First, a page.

- As you have no doubt heard, there are only two certainties in life and they are death and taxes. Now let’s not get morbid and worry about death as that will take care of itself. However, as we said in number four above about putting your money to work, let’s try and keep more of what you make by getting the right advice. This should have been looked at when you were selling your business but now is the time to revisit the amount of tax you have to pay and follow professional advice to get it as low as possible. Your assets look much better on your new balance sheet than liabilities to pay taxes. Plus the tax planning you need to do is not just for the current year; it’s for at least the next 5 years and longer depending on those goals you wish to achieve.
- Talk to your family and friends. Now your business is sold, you have that time you never had to talk to your family and friends and really listen to how they are doing. Just as you now are able to listen to what’s happening in their world, tell them about your new reality. It may even mean talking about all those decisions you made during the sale process so you can clean up any misunderstandings that you don’t need to have linger.
- Now your business asset is liquid be prepared for requests for help from family and possibly good friends about a loan. Are you willing to lend to family and friends? If so, are their different amounts for children, grandchildren, extended family members and friends? Does your loan come with paying interest? If so, how much, when and how should it be repaid? Is the loan on a written document and if so, who creates that document and who tracks the repayments? Does the loan have to be covered with a security? You have probably already learned that some people when borrowing money think it’s no big deal for the lender to provide them with a loan; or more importantly with the need to repay the loan either on time or if ever at all. There are lots of complicated issues lending money to family and close friends. Have all your answers before you start as you will probably want to be consistent with all loans you make.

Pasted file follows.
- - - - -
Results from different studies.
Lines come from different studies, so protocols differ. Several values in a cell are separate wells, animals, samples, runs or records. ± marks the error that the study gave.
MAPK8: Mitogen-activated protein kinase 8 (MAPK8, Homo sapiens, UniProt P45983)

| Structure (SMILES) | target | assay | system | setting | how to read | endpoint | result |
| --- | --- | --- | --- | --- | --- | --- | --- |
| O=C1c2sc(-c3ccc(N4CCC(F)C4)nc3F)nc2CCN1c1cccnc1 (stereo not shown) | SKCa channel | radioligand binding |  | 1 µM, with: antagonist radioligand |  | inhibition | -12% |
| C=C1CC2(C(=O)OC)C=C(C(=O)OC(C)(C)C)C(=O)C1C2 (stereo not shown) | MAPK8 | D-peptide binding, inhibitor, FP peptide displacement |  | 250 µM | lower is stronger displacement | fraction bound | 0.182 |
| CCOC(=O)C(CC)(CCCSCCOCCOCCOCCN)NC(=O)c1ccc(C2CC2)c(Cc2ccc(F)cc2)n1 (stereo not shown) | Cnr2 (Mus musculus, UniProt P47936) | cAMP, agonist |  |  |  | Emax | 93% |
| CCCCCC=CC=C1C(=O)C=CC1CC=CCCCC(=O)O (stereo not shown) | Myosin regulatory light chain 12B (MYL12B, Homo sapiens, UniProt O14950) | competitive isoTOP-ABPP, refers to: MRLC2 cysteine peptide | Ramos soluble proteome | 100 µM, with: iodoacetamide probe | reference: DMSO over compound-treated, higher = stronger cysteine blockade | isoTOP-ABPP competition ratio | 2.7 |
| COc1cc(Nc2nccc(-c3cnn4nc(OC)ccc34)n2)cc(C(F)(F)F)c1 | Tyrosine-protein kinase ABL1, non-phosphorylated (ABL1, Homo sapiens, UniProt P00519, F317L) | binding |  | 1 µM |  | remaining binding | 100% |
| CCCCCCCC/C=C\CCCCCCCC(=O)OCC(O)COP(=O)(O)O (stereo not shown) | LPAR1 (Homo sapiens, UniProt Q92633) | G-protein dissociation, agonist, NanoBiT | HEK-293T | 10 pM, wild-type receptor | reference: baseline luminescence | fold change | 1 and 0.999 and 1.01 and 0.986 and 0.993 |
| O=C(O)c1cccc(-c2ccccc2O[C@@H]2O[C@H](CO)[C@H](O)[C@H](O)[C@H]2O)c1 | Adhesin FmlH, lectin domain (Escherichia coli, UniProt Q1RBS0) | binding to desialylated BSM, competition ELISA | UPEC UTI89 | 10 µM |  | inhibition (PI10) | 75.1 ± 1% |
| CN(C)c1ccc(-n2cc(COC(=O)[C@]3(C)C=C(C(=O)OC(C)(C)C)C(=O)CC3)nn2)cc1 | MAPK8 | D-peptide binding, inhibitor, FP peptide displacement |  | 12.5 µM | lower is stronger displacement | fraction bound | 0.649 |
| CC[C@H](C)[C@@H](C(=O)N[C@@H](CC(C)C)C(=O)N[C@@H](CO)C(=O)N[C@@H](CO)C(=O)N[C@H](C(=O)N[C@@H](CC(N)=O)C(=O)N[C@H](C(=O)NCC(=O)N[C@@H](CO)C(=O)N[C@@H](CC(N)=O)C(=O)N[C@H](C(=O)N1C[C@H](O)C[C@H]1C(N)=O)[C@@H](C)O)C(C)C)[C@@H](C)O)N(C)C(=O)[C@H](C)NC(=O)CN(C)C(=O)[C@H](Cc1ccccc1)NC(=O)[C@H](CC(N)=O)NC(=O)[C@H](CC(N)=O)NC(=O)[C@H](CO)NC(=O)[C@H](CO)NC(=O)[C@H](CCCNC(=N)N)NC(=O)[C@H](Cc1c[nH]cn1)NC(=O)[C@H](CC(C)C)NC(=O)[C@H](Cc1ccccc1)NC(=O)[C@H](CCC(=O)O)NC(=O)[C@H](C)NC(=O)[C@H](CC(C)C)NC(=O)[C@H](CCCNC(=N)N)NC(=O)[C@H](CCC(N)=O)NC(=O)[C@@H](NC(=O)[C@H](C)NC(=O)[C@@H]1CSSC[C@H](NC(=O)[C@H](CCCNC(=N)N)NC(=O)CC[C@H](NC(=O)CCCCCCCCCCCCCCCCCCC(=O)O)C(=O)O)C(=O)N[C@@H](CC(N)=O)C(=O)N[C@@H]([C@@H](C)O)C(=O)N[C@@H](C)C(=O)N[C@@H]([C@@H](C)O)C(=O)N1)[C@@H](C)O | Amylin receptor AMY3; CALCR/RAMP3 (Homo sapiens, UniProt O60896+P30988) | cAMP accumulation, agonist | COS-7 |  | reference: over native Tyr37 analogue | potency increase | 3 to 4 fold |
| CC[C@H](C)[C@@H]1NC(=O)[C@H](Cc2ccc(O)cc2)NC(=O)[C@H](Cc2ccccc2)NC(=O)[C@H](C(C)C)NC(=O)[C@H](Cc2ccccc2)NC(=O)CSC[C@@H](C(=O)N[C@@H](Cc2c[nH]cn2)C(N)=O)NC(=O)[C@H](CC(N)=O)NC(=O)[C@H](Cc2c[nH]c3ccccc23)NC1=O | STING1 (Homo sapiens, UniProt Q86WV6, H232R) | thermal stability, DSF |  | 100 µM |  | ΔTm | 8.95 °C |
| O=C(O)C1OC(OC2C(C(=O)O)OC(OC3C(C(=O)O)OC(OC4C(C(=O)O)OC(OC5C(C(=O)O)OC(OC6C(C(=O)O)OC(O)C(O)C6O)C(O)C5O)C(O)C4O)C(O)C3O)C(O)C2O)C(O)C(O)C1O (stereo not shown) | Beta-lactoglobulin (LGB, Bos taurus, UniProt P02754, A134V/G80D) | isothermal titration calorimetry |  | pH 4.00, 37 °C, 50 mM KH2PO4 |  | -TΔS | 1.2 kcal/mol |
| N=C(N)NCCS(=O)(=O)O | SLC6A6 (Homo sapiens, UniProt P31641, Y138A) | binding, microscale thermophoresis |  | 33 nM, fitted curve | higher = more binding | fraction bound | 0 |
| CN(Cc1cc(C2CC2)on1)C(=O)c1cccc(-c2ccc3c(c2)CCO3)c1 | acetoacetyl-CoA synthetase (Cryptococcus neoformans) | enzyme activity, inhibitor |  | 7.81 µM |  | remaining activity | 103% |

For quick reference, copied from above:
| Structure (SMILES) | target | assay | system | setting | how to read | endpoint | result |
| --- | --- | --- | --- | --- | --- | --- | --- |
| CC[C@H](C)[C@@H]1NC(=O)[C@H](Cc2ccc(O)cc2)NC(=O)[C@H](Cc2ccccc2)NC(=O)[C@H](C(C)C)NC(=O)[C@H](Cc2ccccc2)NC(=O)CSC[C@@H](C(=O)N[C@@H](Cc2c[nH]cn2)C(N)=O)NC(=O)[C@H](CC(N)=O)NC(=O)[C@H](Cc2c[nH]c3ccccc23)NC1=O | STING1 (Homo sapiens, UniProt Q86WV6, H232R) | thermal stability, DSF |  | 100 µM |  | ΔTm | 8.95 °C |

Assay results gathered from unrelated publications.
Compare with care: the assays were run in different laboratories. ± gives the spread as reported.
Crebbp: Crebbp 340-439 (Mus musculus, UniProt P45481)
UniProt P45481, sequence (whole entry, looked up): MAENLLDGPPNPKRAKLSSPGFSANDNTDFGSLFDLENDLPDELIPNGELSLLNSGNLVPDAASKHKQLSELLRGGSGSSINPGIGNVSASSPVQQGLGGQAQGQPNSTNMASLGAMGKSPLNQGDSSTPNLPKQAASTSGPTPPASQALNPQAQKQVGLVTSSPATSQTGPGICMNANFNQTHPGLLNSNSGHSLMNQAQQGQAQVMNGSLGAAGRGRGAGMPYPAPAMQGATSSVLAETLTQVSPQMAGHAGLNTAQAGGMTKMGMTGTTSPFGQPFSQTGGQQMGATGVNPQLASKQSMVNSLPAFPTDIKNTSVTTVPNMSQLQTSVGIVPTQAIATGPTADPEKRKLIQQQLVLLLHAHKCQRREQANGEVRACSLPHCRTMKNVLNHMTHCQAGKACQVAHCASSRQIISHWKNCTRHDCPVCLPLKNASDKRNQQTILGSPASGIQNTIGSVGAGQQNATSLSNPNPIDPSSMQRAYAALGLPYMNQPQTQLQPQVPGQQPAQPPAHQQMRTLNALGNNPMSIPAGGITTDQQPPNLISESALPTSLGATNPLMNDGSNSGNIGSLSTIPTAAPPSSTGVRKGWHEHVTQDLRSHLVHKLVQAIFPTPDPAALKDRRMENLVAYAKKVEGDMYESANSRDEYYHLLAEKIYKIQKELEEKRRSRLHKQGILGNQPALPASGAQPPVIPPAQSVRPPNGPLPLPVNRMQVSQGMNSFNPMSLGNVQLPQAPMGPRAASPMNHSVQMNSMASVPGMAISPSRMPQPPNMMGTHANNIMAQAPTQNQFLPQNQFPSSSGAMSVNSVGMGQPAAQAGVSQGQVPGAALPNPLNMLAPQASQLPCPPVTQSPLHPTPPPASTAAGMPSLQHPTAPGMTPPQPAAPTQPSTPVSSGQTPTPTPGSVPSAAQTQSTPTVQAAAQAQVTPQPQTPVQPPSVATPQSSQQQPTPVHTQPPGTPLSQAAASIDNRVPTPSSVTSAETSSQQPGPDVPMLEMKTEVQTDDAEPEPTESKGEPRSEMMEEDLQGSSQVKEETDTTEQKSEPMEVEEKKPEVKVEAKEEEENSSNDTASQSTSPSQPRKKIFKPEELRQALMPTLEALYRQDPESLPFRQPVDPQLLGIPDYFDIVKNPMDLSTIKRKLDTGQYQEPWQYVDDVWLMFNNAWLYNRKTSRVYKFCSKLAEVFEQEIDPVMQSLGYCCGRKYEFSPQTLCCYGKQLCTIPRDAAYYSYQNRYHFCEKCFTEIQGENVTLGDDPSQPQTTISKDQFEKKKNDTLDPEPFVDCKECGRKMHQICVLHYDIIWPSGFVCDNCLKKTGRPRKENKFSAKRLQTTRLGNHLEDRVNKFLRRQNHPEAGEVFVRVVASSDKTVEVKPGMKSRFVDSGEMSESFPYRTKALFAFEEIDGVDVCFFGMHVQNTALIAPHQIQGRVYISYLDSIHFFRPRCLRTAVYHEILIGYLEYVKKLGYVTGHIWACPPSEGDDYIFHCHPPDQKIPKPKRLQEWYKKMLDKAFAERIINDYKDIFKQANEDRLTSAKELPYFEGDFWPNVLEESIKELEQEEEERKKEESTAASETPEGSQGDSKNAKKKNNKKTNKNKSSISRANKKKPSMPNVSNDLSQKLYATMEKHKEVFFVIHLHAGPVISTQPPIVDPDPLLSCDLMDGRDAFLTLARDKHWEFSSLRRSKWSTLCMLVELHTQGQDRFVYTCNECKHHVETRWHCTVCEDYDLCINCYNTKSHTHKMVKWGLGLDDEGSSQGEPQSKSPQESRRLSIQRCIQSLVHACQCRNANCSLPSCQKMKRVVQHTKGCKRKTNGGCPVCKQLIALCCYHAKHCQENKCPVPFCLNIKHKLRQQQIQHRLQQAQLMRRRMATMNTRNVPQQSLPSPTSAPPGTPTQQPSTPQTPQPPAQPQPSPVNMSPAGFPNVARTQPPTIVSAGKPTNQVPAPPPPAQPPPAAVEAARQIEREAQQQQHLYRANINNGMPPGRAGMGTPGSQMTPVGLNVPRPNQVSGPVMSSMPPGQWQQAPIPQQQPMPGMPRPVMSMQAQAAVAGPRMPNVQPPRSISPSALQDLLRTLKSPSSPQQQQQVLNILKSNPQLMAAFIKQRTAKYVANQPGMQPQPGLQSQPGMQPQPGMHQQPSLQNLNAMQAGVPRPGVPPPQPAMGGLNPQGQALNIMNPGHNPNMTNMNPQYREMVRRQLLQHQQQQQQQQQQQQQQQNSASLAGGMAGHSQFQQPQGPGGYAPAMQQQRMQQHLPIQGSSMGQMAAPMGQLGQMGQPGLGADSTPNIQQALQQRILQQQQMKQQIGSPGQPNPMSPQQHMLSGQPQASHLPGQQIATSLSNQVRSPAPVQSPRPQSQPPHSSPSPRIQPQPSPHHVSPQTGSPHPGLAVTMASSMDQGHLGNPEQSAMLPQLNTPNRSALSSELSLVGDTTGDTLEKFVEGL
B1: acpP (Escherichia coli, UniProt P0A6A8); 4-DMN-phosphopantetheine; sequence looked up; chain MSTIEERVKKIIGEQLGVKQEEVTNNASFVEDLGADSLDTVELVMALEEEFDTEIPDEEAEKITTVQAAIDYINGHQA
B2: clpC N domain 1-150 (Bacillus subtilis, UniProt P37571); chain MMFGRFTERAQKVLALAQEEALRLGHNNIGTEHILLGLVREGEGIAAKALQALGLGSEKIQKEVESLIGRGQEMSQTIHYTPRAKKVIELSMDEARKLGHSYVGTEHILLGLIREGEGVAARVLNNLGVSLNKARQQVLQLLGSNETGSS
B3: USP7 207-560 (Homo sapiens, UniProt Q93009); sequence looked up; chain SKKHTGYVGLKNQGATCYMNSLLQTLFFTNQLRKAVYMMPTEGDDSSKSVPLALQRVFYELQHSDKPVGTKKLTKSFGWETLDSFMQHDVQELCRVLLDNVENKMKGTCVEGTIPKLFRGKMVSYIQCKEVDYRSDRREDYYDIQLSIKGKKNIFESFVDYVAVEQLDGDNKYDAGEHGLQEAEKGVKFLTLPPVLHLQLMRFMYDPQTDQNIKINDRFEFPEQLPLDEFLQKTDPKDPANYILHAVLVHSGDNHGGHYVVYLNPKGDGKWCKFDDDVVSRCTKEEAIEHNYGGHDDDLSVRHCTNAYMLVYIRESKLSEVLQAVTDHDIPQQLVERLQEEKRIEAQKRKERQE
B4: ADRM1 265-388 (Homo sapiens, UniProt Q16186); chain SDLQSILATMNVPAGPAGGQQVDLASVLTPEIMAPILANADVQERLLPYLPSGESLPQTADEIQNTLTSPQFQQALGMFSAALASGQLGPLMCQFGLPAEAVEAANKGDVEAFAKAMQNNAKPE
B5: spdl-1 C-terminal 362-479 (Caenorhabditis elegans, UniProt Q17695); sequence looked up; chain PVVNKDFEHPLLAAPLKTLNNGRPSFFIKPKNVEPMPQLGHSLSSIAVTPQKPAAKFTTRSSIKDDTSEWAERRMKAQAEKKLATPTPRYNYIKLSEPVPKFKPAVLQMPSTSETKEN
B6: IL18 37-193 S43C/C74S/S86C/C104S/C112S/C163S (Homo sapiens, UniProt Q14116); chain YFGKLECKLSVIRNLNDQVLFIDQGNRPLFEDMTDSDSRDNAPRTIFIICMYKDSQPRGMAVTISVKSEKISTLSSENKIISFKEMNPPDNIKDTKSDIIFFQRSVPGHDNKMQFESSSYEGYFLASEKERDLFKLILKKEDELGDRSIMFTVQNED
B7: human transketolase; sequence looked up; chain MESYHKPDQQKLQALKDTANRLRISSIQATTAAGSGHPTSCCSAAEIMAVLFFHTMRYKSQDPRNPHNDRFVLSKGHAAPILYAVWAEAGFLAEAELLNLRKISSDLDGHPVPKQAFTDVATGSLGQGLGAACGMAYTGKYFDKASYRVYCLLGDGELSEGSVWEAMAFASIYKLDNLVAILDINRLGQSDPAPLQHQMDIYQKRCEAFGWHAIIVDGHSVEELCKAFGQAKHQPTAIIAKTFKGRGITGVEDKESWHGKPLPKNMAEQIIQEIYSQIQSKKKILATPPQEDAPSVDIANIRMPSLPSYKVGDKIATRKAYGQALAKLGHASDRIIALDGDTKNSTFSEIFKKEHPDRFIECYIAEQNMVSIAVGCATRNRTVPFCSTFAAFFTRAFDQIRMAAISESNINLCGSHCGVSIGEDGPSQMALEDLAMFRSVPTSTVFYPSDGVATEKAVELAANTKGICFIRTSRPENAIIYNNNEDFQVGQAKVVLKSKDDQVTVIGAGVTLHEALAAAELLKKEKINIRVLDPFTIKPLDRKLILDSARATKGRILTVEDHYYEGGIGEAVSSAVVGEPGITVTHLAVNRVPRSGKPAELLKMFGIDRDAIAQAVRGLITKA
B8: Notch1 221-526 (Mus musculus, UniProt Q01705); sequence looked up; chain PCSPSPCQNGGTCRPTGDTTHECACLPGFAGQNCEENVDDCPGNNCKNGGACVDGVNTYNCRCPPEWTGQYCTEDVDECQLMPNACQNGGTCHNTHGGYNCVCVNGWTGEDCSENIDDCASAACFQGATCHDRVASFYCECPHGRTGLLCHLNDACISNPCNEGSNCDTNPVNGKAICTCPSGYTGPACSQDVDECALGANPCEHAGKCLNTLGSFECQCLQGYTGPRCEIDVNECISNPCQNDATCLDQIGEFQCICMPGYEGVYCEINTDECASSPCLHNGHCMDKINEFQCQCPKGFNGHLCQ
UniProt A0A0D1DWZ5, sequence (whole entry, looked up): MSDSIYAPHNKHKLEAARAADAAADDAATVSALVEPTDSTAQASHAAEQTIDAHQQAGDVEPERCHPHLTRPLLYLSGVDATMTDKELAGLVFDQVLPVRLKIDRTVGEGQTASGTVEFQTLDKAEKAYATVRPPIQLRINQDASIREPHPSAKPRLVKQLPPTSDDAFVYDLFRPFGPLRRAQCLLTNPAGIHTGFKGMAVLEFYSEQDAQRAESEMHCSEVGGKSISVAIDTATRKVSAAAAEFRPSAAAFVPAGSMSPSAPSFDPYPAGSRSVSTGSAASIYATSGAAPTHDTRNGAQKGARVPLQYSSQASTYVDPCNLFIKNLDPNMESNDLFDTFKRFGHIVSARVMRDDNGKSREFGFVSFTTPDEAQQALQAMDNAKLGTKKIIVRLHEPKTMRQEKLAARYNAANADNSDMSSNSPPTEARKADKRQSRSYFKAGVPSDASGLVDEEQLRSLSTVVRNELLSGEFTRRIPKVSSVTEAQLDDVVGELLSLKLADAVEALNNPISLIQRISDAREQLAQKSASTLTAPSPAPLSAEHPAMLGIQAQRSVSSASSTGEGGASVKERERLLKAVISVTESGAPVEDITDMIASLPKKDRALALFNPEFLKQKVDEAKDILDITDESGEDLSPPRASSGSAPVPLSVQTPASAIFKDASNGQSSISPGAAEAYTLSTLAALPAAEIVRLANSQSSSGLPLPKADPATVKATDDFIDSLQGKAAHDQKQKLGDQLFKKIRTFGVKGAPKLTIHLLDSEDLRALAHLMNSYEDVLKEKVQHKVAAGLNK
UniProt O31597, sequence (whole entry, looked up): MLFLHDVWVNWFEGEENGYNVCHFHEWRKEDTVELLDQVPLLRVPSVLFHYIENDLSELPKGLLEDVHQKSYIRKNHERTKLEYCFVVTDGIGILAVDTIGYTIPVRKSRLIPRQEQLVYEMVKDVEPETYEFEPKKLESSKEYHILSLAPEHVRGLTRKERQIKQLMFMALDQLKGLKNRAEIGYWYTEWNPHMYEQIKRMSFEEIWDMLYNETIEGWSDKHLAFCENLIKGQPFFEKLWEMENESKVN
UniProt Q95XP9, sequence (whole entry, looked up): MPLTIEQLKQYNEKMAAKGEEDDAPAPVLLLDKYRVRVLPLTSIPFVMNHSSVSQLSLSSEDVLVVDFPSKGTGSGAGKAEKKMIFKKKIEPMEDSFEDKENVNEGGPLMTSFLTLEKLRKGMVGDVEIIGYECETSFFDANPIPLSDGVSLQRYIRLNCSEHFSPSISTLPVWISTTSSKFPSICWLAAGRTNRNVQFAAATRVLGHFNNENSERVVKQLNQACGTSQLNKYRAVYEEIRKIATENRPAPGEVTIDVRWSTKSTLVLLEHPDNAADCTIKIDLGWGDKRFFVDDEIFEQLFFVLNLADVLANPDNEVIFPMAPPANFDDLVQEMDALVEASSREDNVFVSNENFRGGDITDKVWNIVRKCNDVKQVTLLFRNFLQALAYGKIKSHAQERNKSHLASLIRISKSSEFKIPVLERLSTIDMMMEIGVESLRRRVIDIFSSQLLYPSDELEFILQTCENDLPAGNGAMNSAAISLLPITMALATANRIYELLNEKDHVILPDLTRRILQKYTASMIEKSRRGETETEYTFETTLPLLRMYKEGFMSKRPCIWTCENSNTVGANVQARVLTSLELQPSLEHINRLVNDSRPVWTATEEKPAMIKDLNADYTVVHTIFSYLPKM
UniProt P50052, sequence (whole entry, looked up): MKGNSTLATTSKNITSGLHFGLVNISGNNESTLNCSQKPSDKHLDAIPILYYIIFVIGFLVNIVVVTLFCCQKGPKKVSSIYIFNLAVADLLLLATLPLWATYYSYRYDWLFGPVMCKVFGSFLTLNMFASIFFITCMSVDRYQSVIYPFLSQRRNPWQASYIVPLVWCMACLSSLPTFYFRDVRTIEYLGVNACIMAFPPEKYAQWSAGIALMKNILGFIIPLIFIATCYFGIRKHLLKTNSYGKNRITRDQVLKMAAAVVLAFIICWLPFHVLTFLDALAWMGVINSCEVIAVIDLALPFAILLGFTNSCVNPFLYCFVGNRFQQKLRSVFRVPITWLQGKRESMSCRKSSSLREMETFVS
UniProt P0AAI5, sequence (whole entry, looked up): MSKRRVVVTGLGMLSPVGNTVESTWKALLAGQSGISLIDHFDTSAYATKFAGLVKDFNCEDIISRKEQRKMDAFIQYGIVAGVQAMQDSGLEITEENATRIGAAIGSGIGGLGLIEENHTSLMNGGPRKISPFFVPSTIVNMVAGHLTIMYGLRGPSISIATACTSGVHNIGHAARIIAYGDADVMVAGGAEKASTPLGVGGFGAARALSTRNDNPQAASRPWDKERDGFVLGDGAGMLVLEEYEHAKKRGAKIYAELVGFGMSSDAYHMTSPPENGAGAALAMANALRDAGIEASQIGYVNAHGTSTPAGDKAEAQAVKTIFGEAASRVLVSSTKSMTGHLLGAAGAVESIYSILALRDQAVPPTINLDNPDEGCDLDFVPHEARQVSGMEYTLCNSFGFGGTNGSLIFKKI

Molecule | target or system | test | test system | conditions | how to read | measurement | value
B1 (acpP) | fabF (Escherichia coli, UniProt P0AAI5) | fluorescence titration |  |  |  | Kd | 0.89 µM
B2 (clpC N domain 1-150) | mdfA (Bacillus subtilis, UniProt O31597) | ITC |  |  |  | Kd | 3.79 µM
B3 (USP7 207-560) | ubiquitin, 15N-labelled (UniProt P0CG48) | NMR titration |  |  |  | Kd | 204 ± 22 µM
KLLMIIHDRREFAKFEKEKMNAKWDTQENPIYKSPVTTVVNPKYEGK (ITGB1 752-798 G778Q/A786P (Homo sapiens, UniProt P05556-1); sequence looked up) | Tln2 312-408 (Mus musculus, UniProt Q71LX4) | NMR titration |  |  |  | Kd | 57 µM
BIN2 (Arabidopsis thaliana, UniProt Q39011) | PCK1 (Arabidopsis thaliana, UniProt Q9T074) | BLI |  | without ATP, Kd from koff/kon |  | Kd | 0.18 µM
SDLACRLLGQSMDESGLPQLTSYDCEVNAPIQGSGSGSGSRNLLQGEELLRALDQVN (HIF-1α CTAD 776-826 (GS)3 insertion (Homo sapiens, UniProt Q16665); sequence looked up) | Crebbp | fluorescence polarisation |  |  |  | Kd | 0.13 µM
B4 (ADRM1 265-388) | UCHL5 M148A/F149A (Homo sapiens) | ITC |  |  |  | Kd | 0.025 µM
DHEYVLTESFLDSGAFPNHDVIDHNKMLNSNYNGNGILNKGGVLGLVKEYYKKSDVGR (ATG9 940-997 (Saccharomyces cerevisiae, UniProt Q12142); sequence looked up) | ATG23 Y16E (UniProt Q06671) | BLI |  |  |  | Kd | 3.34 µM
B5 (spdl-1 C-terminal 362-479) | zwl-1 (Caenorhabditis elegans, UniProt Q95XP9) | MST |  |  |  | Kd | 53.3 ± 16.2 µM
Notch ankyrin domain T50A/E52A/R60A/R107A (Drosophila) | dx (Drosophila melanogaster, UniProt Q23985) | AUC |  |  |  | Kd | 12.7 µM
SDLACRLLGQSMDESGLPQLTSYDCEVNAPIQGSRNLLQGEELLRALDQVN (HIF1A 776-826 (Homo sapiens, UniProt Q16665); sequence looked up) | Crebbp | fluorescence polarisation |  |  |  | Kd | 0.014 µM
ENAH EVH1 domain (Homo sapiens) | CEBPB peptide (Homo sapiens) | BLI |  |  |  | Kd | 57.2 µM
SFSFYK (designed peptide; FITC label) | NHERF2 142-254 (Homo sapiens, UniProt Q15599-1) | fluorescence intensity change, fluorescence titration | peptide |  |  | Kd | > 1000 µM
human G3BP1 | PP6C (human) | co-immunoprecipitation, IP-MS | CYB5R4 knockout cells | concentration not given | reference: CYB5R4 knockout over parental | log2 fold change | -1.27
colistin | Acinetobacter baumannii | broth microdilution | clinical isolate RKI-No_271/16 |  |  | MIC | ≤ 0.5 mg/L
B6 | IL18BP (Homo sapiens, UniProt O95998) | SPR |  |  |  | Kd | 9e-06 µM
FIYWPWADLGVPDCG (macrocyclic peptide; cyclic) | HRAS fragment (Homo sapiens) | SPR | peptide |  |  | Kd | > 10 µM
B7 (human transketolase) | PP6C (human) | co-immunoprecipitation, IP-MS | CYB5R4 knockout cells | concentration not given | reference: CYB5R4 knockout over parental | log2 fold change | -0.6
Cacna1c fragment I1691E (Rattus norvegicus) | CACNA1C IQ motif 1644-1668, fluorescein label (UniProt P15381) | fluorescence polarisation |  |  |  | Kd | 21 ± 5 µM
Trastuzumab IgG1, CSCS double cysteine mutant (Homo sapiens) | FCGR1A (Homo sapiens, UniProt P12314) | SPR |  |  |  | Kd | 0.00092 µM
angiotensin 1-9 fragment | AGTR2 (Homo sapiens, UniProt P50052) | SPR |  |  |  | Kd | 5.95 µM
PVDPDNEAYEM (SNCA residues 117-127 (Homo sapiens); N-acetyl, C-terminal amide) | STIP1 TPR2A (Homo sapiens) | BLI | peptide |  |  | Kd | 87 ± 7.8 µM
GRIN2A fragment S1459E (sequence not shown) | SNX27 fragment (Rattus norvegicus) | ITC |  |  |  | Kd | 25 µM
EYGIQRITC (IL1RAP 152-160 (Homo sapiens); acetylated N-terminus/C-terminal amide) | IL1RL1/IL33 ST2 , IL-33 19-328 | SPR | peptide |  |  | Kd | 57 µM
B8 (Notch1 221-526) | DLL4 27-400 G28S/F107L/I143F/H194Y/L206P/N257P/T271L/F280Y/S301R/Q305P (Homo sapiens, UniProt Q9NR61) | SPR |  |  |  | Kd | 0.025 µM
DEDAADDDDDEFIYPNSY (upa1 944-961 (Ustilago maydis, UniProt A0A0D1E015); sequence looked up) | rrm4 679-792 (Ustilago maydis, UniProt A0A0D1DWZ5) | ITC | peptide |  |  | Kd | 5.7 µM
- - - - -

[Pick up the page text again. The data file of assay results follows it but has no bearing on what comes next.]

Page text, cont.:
Owning and running a privately held business is demanding with all the moving parts. Eventually selling the business is much more demanding and exhausting especially as most business sellers are not as young as they used to be. Once a business is sold its then time to look at their next career with all the challenges and rewards that come from being able to try something new. Unlike your previous careers, this one you get to plan and enjoy and do on your terms which is probably about as an exciting opportunity you have had in a long time.
Are you thinking about selling your business? Would you like to know the value of your business? If you would like more information please visit my website Business valuation.
For more immediate help you are welcome to send an email to Andrew Rogerson or give me a call on 916 570-2674.